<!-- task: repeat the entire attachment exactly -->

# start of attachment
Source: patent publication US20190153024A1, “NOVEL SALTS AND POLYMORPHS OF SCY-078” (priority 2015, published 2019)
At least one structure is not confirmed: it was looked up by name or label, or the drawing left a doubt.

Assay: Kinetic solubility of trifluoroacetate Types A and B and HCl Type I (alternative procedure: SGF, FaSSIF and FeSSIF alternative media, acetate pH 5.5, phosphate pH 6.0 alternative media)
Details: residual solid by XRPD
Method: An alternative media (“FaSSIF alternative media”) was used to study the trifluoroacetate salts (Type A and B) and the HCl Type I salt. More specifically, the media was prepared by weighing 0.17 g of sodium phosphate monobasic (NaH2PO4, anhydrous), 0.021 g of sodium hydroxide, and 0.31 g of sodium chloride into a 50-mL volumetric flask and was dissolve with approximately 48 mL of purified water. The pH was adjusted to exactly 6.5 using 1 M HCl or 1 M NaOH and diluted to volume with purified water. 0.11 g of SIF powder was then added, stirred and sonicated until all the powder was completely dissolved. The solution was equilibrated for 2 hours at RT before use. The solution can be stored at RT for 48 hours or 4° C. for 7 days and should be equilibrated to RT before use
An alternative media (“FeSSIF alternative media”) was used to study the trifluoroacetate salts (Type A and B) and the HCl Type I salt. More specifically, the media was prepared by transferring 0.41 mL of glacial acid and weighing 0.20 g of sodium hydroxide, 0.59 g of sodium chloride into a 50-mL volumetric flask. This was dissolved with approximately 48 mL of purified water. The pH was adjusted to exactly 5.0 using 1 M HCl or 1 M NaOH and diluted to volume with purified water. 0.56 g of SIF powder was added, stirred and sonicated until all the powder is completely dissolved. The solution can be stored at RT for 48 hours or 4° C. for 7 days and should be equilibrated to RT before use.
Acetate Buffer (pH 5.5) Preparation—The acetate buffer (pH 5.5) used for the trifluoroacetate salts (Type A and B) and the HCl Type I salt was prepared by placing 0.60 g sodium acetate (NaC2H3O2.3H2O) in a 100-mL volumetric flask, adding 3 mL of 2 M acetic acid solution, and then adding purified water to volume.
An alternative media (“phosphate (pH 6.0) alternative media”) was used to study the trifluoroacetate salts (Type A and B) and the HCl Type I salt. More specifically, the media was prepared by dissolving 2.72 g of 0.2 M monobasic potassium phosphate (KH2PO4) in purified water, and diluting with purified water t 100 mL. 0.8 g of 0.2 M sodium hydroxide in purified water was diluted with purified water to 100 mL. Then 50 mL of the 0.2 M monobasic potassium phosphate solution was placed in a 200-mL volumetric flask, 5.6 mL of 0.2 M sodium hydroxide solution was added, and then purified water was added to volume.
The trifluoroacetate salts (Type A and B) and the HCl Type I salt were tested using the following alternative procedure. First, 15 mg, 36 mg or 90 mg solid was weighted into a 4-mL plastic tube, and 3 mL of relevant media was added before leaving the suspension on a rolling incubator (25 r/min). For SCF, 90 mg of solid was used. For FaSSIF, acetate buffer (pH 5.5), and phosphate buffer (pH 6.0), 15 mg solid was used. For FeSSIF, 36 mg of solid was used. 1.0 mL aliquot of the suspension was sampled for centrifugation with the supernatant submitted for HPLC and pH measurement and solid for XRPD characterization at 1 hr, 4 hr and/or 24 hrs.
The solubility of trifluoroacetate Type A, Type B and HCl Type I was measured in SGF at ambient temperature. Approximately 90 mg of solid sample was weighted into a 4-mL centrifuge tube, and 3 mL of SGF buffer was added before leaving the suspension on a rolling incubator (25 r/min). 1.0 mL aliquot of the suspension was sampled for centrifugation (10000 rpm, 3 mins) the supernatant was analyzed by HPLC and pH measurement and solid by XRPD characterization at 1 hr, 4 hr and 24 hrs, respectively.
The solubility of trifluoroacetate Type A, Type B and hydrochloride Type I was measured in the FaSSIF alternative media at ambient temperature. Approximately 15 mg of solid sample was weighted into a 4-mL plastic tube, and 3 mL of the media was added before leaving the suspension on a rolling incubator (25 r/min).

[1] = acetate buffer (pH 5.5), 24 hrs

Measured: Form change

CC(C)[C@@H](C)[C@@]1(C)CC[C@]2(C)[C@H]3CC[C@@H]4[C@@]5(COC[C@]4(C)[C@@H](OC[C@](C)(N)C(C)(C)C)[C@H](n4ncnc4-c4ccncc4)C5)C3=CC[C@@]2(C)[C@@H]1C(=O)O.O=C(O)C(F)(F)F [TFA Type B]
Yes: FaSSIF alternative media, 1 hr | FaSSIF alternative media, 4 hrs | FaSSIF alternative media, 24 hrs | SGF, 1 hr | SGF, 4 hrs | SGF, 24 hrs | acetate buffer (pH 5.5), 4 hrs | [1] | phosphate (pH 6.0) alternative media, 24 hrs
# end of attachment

Source: patent publication US20190153024A1, “NOVEL SALTS AND POLYMORPHS OF SCY-078” (priority 2015, published 2019)
At least one structure is not confirmed: it was looked up by name or label, or the drawing left a doubt.

Assay: Kinetic solubility of trifluoroacetate Types A and B and HCl Type I (alternative procedure: SGF, FaSSIF and FeSSIF alternative media, acetate pH 5.5, phosphate pH 6.0 alternative media)
Details: residual solid by XRPD
Method: An alternative media (“FaSSIF alternative media”) was used to study the trifluoroacetate salts (Type A and B) and the HCl Type I salt. More specifically, the media was prepared by weighing 0.17 g of sodium phosphate monobasic (NaH2PO4, anhydrous), 0.021 g of sodium hydroxide, and 0.31 g of sodium chloride into a 50-mL volumetric flask and was dissolve with approximately 48 mL of purified water. The pH was adjusted to exactly 6.5 using 1 M HCl or 1 M NaOH and diluted to volume with purified water. 0.11 g of SIF powder was then added, stirred and sonicated until all the powder was completely dissolved. The solution was equilibrated for 2 hours at RT before use. The solution can be stored at RT for 48 hours or 4° C. for 7 days and should be equilibrated to RT before use
An alternative media (“FeSSIF alternative media”) was used to study the trifluoroacetate salts (Type A and B) and the HCl Type I salt. More specifically, the media was prepared by transferring 0.41 mL of glacial acid and weighing 0.20 g of sodium hydroxide, 0.59 g of sodium chloride into a 50-mL volumetric flask. This was dissolved with approximately 48 mL of purified water. The pH was adjusted to exactly 5.0 using 1 M HCl or 1 M NaOH and diluted to volume with purified water. 0.56 g of SIF powder was added, stirred and sonicated until all the powder is completely dissolved. The solution can be stored at RT for 48 hours or 4° C. for 7 days and should be equilibrated to RT before use.
Acetate Buffer (pH 5.5) Preparation—The acetate buffer (pH 5.5) used for the trifluoroacetate salts (Type A and B) and the HCl Type I salt was prepared by placing 0.60 g sodium acetate (NaC2H3O2.3H2O) in a 100-mL volumetric flask, adding 3 mL of 2 M acetic acid solution, and then adding purified water to volume.
An alternative media (“phosphate (pH 6.0) alternative media”) was used to study the trifluoroacetate salts (Type A and B) and the HCl Type I salt. More specifically, the media was prepared by dissolving 2.72 g of 0.2 M monobasic potassium phosphate (KH2PO4) in purified water, and diluting with purified water t 100 mL. 0.8 g of 0.2 M sodium hydroxide in purified water was diluted with purified water to 100 mL. Then 50 mL of the 0.2 M monobasic potassium phosphate solution was placed in a 200-mL volumetric flask, 5.6 mL of 0.2 M sodium hydroxide solution was added, and then purified water was added to volume.
The trifluoroacetate salts (Type A and B) and the HCl Type I salt were tested using the following alternative procedure. First, 15 mg, 36 mg or 90 mg solid was weighted into a 4-mL plastic tube, and 3 mL of relevant media was added before leaving the suspension on a rolling incubator (25 r/min). For SCF, 90 mg of solid was used. For FaSSIF, acetate buffer (pH 5.5), and phosphate buffer (pH 6.0), 15 mg solid was used. For FeSSIF, 36 mg of solid was used. 1.0 mL aliquot of the suspension was sampled for centrifugation with the supernatant submitted for HPLC and pH measurement and solid for XRPD characterization at 1 hr, 4 hr and/or 24 hrs.
The solubility of trifluoroacetate Type A, Type B and HCl Type I was measured in SGF at ambient temperature. Approximately 90 mg of solid sample was weighted into a 4-mL centrifuge tube, and 3 mL of SGF buffer was added before leaving the suspension on a rolling incubator (25 r/min). 1.0 mL aliquot of the suspension was sampled for centrifugation (10000 rpm, 3 mins) the supernatant was analyzed by HPLC and pH measurement and solid by XRPD characterization at 1 hr, 4 hr and 24 hrs, respectively.
The solubility of trifluoroacetate Type A, Type B and hydrochloride Type I was measured in the FaSSIF alternative media at ambient temperature. Approximately 15 mg of solid sample was weighted into a 4-mL plastic tube, and 3 mL of the media was added before leaving the suspension on a rolling incubator (25 r/min).

[1] = acetate buffer (pH 5.5), 24 hrs

Measured: Form change

CC(C)[C@@H](C)[C@@]1(C)CC[C@]2(C)[C@H]3CC[C@@H]4[C@@]5(COC[C@]4(C)[C@@H](OC[C@](C)(N)C(C)(C)C)[C@H](n4ncnc4-c4ccncc4)C5)C3=CC[C@@]2(C)[C@@H]1C(=O)O.O=C(O)C(F)(F)F [TFA Type B]
Yes: FaSSIF alternative media, 1 hr | FaSSIF alternative media, 4 hrs | FaSSIF alternative media, 24 hrs | SGF, 1 hr | SGF, 4 hrs | SGF, 24 hrs | acetate buffer (pH 5.5), 4 hrs | [1] | phosphate (pH 6.0) alternative media, 24 hrs